@Benjamin: The difference is that Maroh takes issue only with the sex scenes. She seems very pleased with the film as a whole, even as she notes that it reflects Kechiche's sensibility much more than her own (which, to her credit, she notes is as it should be). Manohla, on the other hand, seems (from her admittedly brief notes in what's just a journal entry, not a proper review) to dismiss the entire film primarily on the basis of those sex scenes, since the prurience factor is all she addresses. And Glenn, while admitting that he's speaking from a position of ignorance (not yet having seen the film), seems oddly eager to assume that she's right and that all the critics who loved the film (several of whom are gay males, by the way) are applauding with their dicks. There may be valid reasons to dislike the two hours and 40 minutes (minimum) of non-sexual material in this picture, but if so, let's hear 'em. Unsupported assertions that Kechiche doesn't understand women, and corresponding assumptions that those who disagree are "boys" essentially seeking validation for the magazines stuffed under their mattresses, do not constitute criticism.


This piece is a lot more thoughtful than Glenn Greenwald's first attack on ZERO DARK THIRTY, but at base, I'm getting a similar vibe - Glenn hasn't seen BLUE IS THE WARMEST COLOR, but he's suspicious of it based on the responses of some of the men who have defended it. So Manohla Dargis dislikes it. Other women, such as Stephanie Zacharek, have praised it. What's a feminist ally to do?


@Glenn We're hashing some of this out on Twitter right now, but I want to say here that the "not criticism" bit was more directed at Manohla than at you. And I like Manohla a lot, we're very friendly. But I do think calling a filmmaker "oblivious to real women" is much too serious a charge to be made with no backup whatsoever, and I'd say that to her face. That people who haven't seen the film are accepting it at face value bothers me.

Chris L.

Since I don't have a Twitter account, this might be a decent opportunity to thank Mike D'Angelo for his sharp and amusing reports from Cannes, not only this year but the past several. That's what originally led me to his website, with its labyrinth of lists and capsule reviews, and his writing for other outlets. I've thoroughly enjoyed all of the above.

Of Kechiche's work, I've only seen Secret of the Grain, but it sounds like he's stirred up similar objections before, at least for Ms. Dargis. I imagine she'll expand on these ideas in useful ways when the film opens - although the offending scenes may be tamed by that time. (I'd also like to see someone contrast Kechiche's methods with another prizewinner, "Stranger by the Lake," reportedly just as explicit with its male characters.)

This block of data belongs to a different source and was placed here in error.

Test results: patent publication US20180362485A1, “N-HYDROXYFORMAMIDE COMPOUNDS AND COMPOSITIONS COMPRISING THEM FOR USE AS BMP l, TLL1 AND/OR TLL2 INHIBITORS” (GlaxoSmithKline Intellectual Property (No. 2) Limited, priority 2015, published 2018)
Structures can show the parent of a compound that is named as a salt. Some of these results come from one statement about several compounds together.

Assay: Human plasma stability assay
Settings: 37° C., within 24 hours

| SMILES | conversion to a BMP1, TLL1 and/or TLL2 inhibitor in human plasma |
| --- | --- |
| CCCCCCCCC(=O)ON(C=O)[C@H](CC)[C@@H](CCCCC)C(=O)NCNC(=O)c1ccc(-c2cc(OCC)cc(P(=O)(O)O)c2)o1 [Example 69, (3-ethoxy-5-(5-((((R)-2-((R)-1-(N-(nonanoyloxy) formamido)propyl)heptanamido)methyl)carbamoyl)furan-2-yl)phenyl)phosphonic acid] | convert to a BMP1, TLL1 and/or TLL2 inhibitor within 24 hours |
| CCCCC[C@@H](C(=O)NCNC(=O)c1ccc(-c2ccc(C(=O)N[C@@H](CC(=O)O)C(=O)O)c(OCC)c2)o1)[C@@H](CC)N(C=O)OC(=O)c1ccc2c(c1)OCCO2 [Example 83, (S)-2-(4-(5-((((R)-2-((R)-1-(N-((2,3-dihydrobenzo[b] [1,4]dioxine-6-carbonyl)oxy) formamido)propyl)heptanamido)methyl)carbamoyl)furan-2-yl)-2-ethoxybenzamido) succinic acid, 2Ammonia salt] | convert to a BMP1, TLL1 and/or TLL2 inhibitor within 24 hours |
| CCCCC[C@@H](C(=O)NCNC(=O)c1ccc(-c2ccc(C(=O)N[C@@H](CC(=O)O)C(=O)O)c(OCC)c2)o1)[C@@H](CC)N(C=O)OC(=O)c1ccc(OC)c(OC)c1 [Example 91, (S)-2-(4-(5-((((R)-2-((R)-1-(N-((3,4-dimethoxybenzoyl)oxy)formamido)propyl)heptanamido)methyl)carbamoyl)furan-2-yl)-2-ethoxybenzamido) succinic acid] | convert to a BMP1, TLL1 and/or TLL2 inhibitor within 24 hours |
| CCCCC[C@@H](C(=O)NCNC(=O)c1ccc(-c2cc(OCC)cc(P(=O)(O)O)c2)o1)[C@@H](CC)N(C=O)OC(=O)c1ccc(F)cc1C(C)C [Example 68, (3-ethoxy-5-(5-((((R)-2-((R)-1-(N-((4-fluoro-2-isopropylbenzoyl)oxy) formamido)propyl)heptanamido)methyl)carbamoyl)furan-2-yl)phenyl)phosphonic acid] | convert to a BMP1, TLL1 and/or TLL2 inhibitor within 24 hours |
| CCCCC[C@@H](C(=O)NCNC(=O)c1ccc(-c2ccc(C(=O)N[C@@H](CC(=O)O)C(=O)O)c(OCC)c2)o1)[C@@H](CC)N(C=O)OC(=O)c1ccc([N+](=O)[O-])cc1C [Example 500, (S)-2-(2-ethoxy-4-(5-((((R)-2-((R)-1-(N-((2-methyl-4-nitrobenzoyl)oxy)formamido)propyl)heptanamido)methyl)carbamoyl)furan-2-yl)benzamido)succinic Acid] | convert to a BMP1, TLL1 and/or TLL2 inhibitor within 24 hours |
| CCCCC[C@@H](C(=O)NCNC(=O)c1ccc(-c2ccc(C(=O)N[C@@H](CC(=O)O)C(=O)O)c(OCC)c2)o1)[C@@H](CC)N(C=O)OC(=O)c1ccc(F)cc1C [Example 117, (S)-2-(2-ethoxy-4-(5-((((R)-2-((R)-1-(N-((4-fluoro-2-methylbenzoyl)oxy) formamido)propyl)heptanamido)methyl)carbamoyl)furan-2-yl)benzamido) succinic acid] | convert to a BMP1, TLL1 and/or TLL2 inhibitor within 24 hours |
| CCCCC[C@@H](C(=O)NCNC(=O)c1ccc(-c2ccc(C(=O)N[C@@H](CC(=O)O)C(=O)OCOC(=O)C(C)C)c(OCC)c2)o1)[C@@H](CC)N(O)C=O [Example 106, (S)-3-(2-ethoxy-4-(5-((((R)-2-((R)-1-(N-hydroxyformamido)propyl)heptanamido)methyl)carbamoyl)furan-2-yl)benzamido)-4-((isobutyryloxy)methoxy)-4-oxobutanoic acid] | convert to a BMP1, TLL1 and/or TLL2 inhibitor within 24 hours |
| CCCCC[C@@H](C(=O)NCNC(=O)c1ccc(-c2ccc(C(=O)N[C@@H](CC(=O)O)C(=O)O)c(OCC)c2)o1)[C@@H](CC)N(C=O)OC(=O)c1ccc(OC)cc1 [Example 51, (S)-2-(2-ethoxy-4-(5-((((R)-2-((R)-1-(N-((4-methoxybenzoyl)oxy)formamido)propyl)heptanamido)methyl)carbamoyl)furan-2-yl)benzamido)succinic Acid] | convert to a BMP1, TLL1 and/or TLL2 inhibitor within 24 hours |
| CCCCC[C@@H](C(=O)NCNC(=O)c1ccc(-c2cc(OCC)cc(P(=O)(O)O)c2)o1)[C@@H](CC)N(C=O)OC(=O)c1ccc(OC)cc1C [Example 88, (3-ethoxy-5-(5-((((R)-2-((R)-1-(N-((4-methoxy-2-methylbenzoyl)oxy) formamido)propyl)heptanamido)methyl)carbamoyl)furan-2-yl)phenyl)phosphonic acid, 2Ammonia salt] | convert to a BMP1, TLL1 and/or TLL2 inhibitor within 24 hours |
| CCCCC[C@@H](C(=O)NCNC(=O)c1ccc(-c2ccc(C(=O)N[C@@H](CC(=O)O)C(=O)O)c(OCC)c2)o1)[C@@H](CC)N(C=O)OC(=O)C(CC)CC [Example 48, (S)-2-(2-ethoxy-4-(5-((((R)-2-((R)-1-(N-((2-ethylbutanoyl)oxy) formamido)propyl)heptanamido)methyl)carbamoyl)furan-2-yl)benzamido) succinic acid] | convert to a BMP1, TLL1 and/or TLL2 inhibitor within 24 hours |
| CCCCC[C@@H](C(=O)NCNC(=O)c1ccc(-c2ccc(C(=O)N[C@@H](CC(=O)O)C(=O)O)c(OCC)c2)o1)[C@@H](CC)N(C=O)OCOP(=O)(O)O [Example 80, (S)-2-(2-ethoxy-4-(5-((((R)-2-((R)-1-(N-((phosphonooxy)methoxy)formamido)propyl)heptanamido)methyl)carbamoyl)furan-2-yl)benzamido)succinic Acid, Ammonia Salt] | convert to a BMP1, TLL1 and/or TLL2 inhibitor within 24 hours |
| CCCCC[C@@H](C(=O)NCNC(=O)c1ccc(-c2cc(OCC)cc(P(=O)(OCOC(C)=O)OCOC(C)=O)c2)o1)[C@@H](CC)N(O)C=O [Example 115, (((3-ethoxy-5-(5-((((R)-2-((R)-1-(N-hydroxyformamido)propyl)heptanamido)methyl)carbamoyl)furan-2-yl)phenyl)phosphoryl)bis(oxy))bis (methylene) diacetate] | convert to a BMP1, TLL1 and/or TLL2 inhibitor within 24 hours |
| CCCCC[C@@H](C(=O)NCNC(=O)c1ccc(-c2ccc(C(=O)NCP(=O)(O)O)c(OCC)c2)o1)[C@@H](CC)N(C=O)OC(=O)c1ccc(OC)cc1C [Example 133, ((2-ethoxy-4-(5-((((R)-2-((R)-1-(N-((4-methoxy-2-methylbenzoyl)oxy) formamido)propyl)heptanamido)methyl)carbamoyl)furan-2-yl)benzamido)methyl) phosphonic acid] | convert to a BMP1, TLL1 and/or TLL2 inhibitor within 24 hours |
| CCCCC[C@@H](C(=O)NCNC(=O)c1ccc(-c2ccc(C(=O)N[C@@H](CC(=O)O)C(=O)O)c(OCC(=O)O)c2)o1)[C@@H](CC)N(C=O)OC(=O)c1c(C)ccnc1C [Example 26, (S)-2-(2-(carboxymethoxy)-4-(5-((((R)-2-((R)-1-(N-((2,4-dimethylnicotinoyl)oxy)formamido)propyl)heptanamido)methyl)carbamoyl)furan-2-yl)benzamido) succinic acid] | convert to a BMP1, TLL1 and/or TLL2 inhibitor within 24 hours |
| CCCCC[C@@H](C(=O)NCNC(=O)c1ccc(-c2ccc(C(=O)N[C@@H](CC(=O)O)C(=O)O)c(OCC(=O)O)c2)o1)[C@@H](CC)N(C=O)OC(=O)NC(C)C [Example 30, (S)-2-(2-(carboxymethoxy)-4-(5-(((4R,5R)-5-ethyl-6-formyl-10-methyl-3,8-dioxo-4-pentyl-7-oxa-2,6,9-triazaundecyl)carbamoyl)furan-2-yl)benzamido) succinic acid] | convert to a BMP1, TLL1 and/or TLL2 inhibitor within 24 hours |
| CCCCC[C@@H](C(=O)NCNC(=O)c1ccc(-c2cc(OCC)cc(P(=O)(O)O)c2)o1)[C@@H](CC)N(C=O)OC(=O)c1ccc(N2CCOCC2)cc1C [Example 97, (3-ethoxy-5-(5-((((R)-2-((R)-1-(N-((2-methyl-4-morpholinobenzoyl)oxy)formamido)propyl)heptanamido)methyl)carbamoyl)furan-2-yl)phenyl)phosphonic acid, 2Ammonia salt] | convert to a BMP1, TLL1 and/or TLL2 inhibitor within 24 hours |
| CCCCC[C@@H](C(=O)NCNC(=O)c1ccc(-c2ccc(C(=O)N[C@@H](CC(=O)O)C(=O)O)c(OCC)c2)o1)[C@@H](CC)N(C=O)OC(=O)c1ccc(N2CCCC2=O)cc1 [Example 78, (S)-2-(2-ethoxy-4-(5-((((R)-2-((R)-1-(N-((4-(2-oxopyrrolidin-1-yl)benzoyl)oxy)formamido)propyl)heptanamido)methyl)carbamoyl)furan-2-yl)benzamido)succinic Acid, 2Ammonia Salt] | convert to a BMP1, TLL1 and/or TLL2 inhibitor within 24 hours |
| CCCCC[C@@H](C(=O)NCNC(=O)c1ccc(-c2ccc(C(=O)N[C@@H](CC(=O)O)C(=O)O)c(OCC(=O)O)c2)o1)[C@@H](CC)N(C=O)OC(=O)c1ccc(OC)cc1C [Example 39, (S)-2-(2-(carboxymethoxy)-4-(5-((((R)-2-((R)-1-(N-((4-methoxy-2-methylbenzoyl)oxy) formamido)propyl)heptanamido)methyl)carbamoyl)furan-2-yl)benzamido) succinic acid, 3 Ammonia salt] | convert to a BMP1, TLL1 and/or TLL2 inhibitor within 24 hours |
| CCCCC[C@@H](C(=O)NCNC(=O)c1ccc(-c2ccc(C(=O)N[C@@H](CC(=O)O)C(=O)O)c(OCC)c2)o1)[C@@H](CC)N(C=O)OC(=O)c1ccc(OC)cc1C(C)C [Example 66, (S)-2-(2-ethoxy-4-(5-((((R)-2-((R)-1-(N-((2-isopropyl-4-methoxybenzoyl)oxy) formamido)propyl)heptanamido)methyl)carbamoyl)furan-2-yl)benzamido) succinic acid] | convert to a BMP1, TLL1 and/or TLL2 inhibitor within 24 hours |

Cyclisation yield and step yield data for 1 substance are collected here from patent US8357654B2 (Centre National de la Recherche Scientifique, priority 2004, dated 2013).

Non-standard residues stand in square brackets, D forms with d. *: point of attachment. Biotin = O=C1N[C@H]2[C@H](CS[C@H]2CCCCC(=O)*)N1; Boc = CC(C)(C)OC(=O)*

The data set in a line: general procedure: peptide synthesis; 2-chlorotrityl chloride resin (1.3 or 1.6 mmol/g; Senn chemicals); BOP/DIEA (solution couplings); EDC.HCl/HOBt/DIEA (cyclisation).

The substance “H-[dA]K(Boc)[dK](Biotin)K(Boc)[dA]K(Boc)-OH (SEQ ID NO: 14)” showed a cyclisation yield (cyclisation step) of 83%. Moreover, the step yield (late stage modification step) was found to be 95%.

For some reason my first comment hours ago did not post, or else we could have saved a lot of time and tetchy argument. Mike and I have hugged it out in the Twitterverse, but I should address what turned out to be something of a miscalculation here as well. I very deliberately only directly cited Bradshaw and Wells, and wanted to base the remainder of my observations concerning the Dargis assertion and its pushback on an impression drawn from a kind of aggregate. My point being, regardless of who ends up in "the right," when a female critic makes a complaint relative to the assertion of male privilege, the response does itself no favors if it gives the impression of being itself a form of an assertion of male privilege. My other point is that whether or not I or other males like it, responding "I'm not that guy" does not in and of itself solve the problem. History, I think, obliges us to work harder. Mike's point with respect to Manohla's assertion is that she hasn't proved it. And of course very few people, myself included (I can't stress that enough) haven't even seen the film in question. But even aggregates conceived in good faith are contrivances, and fallible, and while I didn't want to hit Mike with the "J'accuse" hammer it looks as if I did anyway. Which, aside from creating regrettable ruffled feathers, also distracts from what I wanted the larger point of the piece to be.

I allow that I might have been better off keeping my powder dry (until fall, Jesus!) but the topic is one I give a lot of thought to (I hope that's evident) and I thought that if I took enough care I might be forgiven for jumping the gun. And except for the toes I directly stepped on, I didn't want to step on any toes, but I suppose that's impossible in this manifestation of our information age.


Thanks much, Chris.

Stranger By The Lake is even more explicit than Blue Is The Warmest Color (though it reportedly uses body doubles for the most graphic shots, which Kechiche clearly does not). And there is much, much more sexual content—the entire film is set in a cruising spot, and most of the characters (all men) are nude from start to finish. Nobody seems troubled by this, perhaps because men aren't sexually objectified elsewhere to the ludicrous extent that women are. Plus, Guiraudie is a gay man himself, so you can't credibly accuse him of exploiting other people's sexual preferences for his own jollies.